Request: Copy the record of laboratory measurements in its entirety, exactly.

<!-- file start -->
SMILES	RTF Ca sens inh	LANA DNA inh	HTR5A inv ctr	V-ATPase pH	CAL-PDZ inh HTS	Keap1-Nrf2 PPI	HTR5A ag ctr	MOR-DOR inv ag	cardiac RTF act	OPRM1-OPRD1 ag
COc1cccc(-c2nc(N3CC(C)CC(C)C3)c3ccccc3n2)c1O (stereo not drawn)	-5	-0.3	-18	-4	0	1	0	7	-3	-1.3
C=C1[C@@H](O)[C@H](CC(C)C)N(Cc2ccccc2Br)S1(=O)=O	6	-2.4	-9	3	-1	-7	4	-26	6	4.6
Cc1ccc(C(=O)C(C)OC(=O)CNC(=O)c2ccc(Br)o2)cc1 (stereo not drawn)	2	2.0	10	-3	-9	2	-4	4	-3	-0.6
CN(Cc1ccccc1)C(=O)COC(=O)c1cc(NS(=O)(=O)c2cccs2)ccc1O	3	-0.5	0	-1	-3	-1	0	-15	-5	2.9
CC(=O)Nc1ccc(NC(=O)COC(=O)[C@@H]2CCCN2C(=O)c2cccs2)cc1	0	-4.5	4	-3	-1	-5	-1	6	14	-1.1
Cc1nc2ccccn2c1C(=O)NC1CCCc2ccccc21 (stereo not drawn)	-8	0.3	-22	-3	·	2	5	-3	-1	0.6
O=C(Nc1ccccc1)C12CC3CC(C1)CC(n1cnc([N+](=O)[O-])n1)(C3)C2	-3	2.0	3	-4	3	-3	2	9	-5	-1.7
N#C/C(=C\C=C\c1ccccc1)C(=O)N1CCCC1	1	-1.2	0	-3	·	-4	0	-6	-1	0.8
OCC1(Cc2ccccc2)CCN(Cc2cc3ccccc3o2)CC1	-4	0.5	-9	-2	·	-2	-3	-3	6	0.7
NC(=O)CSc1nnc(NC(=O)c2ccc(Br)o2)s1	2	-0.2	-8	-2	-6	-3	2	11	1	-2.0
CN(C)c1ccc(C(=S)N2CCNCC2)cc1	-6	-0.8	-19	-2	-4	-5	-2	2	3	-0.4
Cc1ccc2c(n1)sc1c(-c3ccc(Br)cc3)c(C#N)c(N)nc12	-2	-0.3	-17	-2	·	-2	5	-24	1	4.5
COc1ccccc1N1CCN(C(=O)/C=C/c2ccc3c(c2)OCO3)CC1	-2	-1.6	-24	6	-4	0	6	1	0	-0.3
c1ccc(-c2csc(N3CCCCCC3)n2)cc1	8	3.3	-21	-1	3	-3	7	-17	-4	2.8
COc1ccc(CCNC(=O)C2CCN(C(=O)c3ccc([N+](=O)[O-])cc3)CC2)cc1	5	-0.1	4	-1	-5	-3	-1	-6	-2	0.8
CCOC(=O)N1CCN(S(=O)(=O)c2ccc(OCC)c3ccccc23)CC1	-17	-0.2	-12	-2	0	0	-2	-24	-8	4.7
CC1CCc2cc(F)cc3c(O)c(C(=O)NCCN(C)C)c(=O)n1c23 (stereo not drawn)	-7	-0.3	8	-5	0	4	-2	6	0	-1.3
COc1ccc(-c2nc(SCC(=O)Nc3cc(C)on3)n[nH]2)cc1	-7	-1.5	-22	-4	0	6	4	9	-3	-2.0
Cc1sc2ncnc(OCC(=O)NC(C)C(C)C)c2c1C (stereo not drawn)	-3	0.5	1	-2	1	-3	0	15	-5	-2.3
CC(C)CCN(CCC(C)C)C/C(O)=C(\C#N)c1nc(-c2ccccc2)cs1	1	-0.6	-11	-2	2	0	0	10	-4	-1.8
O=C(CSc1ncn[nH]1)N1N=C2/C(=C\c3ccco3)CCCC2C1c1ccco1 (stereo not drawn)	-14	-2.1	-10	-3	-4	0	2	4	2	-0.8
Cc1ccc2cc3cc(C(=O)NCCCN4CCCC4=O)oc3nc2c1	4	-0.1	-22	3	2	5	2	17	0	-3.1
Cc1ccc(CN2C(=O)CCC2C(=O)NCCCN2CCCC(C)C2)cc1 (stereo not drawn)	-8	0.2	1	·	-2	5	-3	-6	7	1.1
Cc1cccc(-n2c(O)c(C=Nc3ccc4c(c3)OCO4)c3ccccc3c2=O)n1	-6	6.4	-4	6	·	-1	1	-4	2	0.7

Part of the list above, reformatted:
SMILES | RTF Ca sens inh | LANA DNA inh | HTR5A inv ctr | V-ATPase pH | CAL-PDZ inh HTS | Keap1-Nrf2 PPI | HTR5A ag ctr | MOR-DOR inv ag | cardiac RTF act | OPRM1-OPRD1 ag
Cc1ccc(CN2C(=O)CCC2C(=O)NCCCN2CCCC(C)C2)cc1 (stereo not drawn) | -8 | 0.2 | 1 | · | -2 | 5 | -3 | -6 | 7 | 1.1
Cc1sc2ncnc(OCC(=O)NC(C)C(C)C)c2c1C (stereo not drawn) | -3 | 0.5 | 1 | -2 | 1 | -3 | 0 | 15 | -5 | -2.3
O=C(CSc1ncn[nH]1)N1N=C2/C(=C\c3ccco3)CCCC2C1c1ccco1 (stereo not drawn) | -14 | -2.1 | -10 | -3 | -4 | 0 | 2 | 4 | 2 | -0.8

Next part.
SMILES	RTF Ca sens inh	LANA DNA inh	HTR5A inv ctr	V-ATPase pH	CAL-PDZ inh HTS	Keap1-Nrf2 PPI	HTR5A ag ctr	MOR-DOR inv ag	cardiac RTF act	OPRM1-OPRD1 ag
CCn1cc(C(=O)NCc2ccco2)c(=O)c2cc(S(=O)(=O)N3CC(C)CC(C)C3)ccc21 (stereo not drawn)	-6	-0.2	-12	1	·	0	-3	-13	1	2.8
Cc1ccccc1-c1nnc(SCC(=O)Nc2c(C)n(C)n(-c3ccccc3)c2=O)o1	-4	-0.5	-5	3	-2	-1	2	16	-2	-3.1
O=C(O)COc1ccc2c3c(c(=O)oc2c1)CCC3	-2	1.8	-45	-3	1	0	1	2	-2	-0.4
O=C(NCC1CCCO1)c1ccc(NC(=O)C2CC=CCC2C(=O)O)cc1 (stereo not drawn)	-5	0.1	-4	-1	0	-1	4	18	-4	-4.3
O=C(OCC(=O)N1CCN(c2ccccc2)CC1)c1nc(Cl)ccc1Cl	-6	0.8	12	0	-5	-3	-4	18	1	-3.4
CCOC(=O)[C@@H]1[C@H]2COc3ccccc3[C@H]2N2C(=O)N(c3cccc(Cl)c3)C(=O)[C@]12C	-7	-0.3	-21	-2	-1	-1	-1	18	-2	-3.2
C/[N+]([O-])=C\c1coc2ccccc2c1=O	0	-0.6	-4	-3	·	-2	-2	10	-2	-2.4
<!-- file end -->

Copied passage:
SMILES	RTF Ca sens inh	LANA DNA inh	HTR5A inv ctr	V-ATPase pH	CAL-PDZ inh HTS	Keap1-Nrf2 PPI	HTR5A ag ctr	MOR-DOR inv ag	cardiac RTF act	OPRM1-OPRD1 ag
COc1cccc(-c2nc(N3CC(C)CC(C)C3)c3ccccc3n2)c1O (stereo not drawn)	-5	-0.3	-18	-4	0	1	0	7	-3	-1.3
C=C1[C@@H](O)[C@H](CC(C)C)N(Cc2ccccc2Br)S1(=O)=O	6	-2.4	-9	3	-1	-7	4	-26	6	4.6
Cc1ccc(C(=O)C(C)OC(=O)CNC(=O)c2ccc(Br)o2)cc1 (stereo not drawn)	2	2.0	10	-3	-9	2	-4	4	-3	-0.6
CN(Cc1ccccc1)C(=O)COC(=O)c1cc(NS(=O)(=O)c2cccs2)ccc1O	3	-0.5	0	-1	-3	-1	0	-15	-5	2.9
CC(=O)Nc1ccc(NC(=O)COC(=O)[C@@H]2CCCN2C(=O)c2cccs2)cc1	0	-4.5	4	-3	-1	-5	-1	6	14	-1.1
Cc1nc2ccccn2c1C(=O)NC1CCCc2ccccc21 (stereo not drawn)	-8	0.3	-22	-3	·	2	5	-3	-1	0.6
O=C(Nc1ccccc1)C12CC3CC(C1)CC(n1cnc([N+](=O)[O-])n1)(C3)C2	-3	2.0	3	-4	3	-3	2	9	-5	-1.7
N#C/C(=C\C=C\c1ccccc1)C(=O)N1CCCC1	1	-1.2	0	-3	·	-4	0	-6	-1	0.8
OCC1(Cc2ccccc2)CCN(Cc2cc3ccccc3o2)CC1	-4	0.5	-9	-2	·	-2	-3	-3	6	0.7
NC(=O)CSc1nnc(NC(=O)c2ccc(Br)o2)s1	2	-0.2	-8	-2	-6	-3	2	11	1	-2.0
CN(C)c1ccc(C(=S)N2CCNCC2)cc1	-6	-0.8	-19	-2	-4	-5	-2	2	3	-0.4
Cc1ccc2c(n1)sc1c(-c3ccc(Br)cc3)c(C#N)c(N)nc12	-2	-0.3	-17	-2	·	-2	5	-24	1	4.5
COc1ccccc1N1CCN(C(=O)/C=C/c2ccc3c(c2)OCO3)CC1	-2	-1.6	-24	6	-4	0	6	1	0	-0.3
c1ccc(-c2csc(N3CCCCCC3)n2)cc1	8	3.3	-21	-1	3	-3	7	-17	-4	2.8
COc1ccc(CCNC(=O)C2CCN(C(=O)c3ccc([N+](=O)[O-])cc3)CC2)cc1	5	-0.1	4	-1	-5	-3	-1	-6	-2	0.8
CCOC(=O)N1CCN(S(=O)(=O)c2ccc(OCC)c3ccccc23)CC1	-17	-0.2	-12	-2	0	0	-2	-24	-8	4.7
CC1CCc2cc(F)cc3c(O)c(C(=O)NCCN(C)C)c(=O)n1c23 (stereo not drawn)	-7	-0.3	8	-5	0	4	-2	6	0	-1.3
COc1ccc(-c2nc(SCC(=O)Nc3cc(C)on3)n[nH]2)cc1	-7	-1.5	-22	-4	0	6	4	9	-3	-2.0
Cc1sc2ncnc(OCC(=O)NC(C)C(C)C)c2c1C (stereo not drawn)	-3	0.5	1	-2	1	-3	0	15	-5	-2.3
CC(C)CCN(CCC(C)C)C/C(O)=C(\C#N)c1nc(-c2ccccc2)cs1	1	-0.6	-11	-2	2	0	0	10	-4	-1.8
O=C(CSc1ncn[nH]1)N1N=C2/C(=C\c3ccco3)CCCC2C1c1ccco1 (stereo not drawn)	-14	-2.1	-10	-3	-4	0	2	4	2	-0.8
Cc1ccc2cc3cc(C(=O)NCCCN4CCCC4=O)oc3nc2c1	4	-0.1	-22	3	2	5	2	17	0	-3.1
Cc1ccc(CN2C(=O)CCC2C(=O)NCCCN2CCCC(C)C2)cc1 (stereo not drawn)	-8	0.2	1	·	-2	5	-3	-6	7	1.1
Cc1cccc(-n2c(O)c(C=Nc3ccc4c(c3)OCO4)c3ccccc3c2=O)n1	-6	6.4	-4	6	·	-1	1	-4	2	0.7

Part of the list above, reformatted:
SMILES | RTF Ca sens inh | LANA DNA inh | HTR5A inv ctr | V-ATPase pH | CAL-PDZ inh HTS | Keap1-Nrf2 PPI | HTR5A ag ctr | MOR-DOR inv ag | cardiac RTF act | OPRM1-OPRD1 ag
Cc1ccc(CN2C(=O)CCC2C(=O)NCCCN2CCCC(C)C2)cc1 (stereo not drawn) | -8 | 0.2 | 1 | · | -2 | 5 | -3 | -6 | 7 | 1.1
Cc1sc2ncnc(OCC(=O)NC(C)C(C)C)c2c1C (stereo not drawn) | -3 | 0.5 | 1 | -2 | 1 | -3 | 0 | 15 | -5 | -2.3
O=C(CSc1ncn[nH]1)N1N=C2/C(=C\c3ccco3)CCCC2C1c1ccco1 (stereo not drawn) | -14 | -2.1 | -10 | -3 | -4 | 0 | 2 | 4 | 2 | -0.8

Next part.
SMILES	RTF Ca sens inh	LANA DNA inh	HTR5A inv ctr	V-ATPase pH	CAL-PDZ inh HTS	Keap1-Nrf2 PPI	HTR5A ag ctr	MOR-DOR inv ag	cardiac RTF act	OPRM1-OPRD1 ag
CCn1cc(C(=O)NCc2ccco2)c(=O)c2cc(S(=O)(=O)N3CC(C)CC(C)C3)ccc21 (stereo not drawn)	-6	-0.2	-12	1	·	0	-3	-13	1	2.8
Cc1ccccc1-c1nnc(SCC(=O)Nc2c(C)n(C)n(-c3ccccc3)c2=O)o1	-4	-0.5	-5	3	-2	-1	2	16	-2	-3.1
O=C(O)COc1ccc2c3c(c(=O)oc2c1)CCC3	-2	1.8	-45	-3	1	0	1	2	-2	-0.4
O=C(NCC1CCCO1)c1ccc(NC(=O)C2CC=CCC2C(=O)O)cc1 (stereo not drawn)	-5	0.1	-4	-1	0	-1	4	18	-4	-4.3
O=C(OCC(=O)N1CCN(c2ccccc2)CC1)c1nc(Cl)ccc1Cl	-6	0.8	12	0	-5	-3	-4	18	1	-3.4
CCOC(=O)[C@@H]1[C@H]2COc3ccccc3[C@H]2N2C(=O)N(c3cccc(Cl)c3)C(=O)[C@]12C	-7	-0.3	-21	-2	-1	-1	-1	18	-2	-3.2
C/[N+]([O-])=C\c1coc2ccccc2c1=O	0	-0.6	-4	-3	·	-2	-2	10	-2	-2.4